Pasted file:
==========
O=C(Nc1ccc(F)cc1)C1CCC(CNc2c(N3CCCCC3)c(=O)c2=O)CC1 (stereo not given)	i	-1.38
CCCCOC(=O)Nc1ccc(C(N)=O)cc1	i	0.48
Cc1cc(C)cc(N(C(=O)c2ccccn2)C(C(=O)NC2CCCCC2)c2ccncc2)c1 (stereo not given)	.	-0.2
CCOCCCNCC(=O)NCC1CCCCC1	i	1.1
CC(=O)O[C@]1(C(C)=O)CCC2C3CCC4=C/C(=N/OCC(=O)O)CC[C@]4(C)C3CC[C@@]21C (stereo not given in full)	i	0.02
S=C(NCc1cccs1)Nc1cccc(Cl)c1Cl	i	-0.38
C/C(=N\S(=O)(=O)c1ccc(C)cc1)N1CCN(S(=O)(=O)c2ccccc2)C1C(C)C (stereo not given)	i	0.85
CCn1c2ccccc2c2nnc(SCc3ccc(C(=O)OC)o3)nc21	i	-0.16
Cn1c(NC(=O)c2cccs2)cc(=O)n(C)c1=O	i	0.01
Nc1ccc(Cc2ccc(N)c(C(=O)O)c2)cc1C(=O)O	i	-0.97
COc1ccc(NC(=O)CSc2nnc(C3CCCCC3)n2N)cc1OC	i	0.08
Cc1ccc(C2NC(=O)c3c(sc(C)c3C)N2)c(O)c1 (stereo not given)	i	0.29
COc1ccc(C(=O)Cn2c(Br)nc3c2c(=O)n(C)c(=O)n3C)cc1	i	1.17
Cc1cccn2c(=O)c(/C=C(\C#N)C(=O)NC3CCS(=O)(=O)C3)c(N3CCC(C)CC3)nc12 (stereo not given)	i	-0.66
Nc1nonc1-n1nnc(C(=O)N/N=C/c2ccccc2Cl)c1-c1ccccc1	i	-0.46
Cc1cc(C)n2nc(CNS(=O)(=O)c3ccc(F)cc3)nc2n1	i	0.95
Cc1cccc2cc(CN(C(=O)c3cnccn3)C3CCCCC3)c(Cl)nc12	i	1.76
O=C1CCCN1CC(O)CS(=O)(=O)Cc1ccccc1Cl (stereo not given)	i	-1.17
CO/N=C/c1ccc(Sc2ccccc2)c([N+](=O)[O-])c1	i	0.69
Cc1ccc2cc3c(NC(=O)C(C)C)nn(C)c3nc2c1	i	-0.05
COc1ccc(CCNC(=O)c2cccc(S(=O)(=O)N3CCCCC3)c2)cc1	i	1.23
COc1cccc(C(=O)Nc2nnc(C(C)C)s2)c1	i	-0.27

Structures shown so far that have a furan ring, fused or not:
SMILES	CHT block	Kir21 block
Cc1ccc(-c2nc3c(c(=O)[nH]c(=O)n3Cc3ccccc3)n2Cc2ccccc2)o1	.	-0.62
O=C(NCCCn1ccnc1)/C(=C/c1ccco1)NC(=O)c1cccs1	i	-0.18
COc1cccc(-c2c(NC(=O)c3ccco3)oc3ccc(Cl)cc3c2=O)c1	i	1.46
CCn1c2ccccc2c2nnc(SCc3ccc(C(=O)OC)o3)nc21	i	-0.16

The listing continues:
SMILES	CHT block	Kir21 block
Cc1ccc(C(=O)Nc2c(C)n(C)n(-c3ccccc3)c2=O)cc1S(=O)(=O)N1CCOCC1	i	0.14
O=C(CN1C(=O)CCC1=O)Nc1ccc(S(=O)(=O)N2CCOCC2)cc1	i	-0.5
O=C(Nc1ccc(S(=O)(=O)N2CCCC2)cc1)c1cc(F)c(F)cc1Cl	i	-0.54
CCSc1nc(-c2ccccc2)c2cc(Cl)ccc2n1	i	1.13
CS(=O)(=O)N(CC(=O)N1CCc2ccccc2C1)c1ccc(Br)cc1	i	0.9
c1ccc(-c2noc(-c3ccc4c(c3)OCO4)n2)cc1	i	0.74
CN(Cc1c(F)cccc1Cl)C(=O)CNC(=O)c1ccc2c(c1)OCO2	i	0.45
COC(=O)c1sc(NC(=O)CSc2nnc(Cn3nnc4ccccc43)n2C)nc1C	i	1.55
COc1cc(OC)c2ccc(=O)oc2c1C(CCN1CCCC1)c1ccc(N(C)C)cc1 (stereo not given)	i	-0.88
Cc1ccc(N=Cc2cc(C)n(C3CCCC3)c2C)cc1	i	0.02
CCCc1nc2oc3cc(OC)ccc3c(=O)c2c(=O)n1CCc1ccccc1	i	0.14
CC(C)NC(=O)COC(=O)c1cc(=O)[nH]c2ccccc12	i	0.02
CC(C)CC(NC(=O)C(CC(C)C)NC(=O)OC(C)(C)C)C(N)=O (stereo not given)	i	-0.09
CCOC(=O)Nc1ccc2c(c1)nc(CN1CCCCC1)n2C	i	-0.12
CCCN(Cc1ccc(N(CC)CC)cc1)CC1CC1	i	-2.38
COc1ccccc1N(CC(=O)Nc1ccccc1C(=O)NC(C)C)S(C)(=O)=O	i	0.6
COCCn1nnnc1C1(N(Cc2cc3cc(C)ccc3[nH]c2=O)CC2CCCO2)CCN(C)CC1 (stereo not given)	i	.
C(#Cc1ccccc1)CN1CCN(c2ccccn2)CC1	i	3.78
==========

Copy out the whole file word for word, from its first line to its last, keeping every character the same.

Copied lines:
O=C(Nc1ccc(F)cc1)C1CCC(CNc2c(N3CCCCC3)c(=O)c2=O)CC1 (stereo not given)	i	-1.38
CCCCOC(=O)Nc1ccc(C(N)=O)cc1	i	0.48
Cc1cc(C)cc(N(C(=O)c2ccccn2)C(C(=O)NC2CCCCC2)c2ccncc2)c1 (stereo not given)	.	-0.2
CCOCCCNCC(=O)NCC1CCCCC1	i	1.1
CC(=O)O[C@]1(C(C)=O)CCC2C3CCC4=C/C(=N/OCC(=O)O)CC[C@]4(C)C3CC[C@@]21C (stereo not given in full)	i	0.02
S=C(NCc1cccs1)Nc1cccc(Cl)c1Cl	i	-0.38
C/C(=N\S(=O)(=O)c1ccc(C)cc1)N1CCN(S(=O)(=O)c2ccccc2)C1C(C)C (stereo not given)	i	0.85
CCn1c2ccccc2c2nnc(SCc3ccc(C(=O)OC)o3)nc21	i	-0.16
Cn1c(NC(=O)c2cccs2)cc(=O)n(C)c1=O	i	0.01
Nc1ccc(Cc2ccc(N)c(C(=O)O)c2)cc1C(=O)O	i	-0.97
COc1ccc(NC(=O)CSc2nnc(C3CCCCC3)n2N)cc1OC	i	0.08
Cc1ccc(C2NC(=O)c3c(sc(C)c3C)N2)c(O)c1 (stereo not given)	i	0.29
COc1ccc(C(=O)Cn2c(Br)nc3c2c(=O)n(C)c(=O)n3C)cc1	i	1.17
Cc1cccn2c(=O)c(/C=C(\C#N)C(=O)NC3CCS(=O)(=O)C3)c(N3CCC(C)CC3)nc12 (stereo not given)	i	-0.66
Nc1nonc1-n1nnc(C(=O)N/N=C/c2ccccc2Cl)c1-c1ccccc1	i	-0.46
Cc1cc(C)n2nc(CNS(=O)(=O)c3ccc(F)cc3)nc2n1	i	0.95
Cc1cccc2cc(CN(C(=O)c3cnccn3)C3CCCCC3)c(Cl)nc12	i	1.76
O=C1CCCN1CC(O)CS(=O)(=O)Cc1ccccc1Cl (stereo not given)	i	-1.17
CO/N=C/c1ccc(Sc2ccccc2)c([N+](=O)[O-])c1	i	0.69
Cc1ccc2cc3c(NC(=O)C(C)C)nn(C)c3nc2c1	i	-0.05
COc1ccc(CCNC(=O)c2cccc(S(=O)(=O)N3CCCCC3)c2)cc1	i	1.23
COc1cccc(C(=O)Nc2nnc(C(C)C)s2)c1	i	-0.27

Structures shown so far that have a furan ring, fused or not:
SMILES	CHT block	Kir21 block
Cc1ccc(-c2nc3c(c(=O)[nH]c(=O)n3Cc3ccccc3)n2Cc2ccccc2)o1	.	-0.62
O=C(NCCCn1ccnc1)/C(=C/c1ccco1)NC(=O)c1cccs1	i	-0.18
COc1cccc(-c2c(NC(=O)c3ccco3)oc3ccc(Cl)cc3c2=O)c1	i	1.46
CCn1c2ccccc2c2nnc(SCc3ccc(C(=O)OC)o3)nc21	i	-0.16

The listing continues:
SMILES	CHT block	Kir21 block
Cc1ccc(C(=O)Nc2c(C)n(C)n(-c3ccccc3)c2=O)cc1S(=O)(=O)N1CCOCC1	i	0.14
O=C(CN1C(=O)CCC1=O)Nc1ccc(S(=O)(=O)N2CCOCC2)cc1	i	-0.5
O=C(Nc1ccc(S(=O)(=O)N2CCCC2)cc1)c1cc(F)c(F)cc1Cl	i	-0.54
CCSc1nc(-c2ccccc2)c2cc(Cl)ccc2n1	i	1.13
CS(=O)(=O)N(CC(=O)N1CCc2ccccc2C1)c1ccc(Br)cc1	i	0.9
c1ccc(-c2noc(-c3ccc4c(c3)OCO4)n2)cc1	i	0.74
CN(Cc1c(F)cccc1Cl)C(=O)CNC(=O)c1ccc2c(c1)OCO2	i	0.45
COC(=O)c1sc(NC(=O)CSc2nnc(Cn3nnc4ccccc43)n2C)nc1C	i	1.55
COc1cc(OC)c2ccc(=O)oc2c1C(CCN1CCCC1)c1ccc(N(C)C)cc1 (stereo not given)	i	-0.88
Cc1ccc(N=Cc2cc(C)n(C3CCCC3)c2C)cc1	i	0.02
CCCc1nc2oc3cc(OC)ccc3c(=O)c2c(=O)n1CCc1ccccc1	i	0.14
CC(C)NC(=O)COC(=O)c1cc(=O)[nH]c2ccccc12	i	0.02
CC(C)CC(NC(=O)C(CC(C)C)NC(=O)OC(C)(C)C)C(N)=O (stereo not given)	i	-0.09
CCOC(=O)Nc1ccc2c(c1)nc(CN1CCCCC1)n2C	i	-0.12
CCCN(Cc1ccc(N(CC)CC)cc1)CC1CC1	i	-2.38
COc1ccccc1N(CC(=O)Nc1ccccc1C(=O)NC(C)C)S(C)(=O)=O	i	0.6
COCCn1nnnc1C1(N(Cc2cc3cc(C)ccc3[nH]c2=O)CC2CCCO2)CCN(C)CC1 (stereo not given)	i	.
C(#Cc1ccccc1)CN1CCN(c2ccccn2)CC1	i	3.78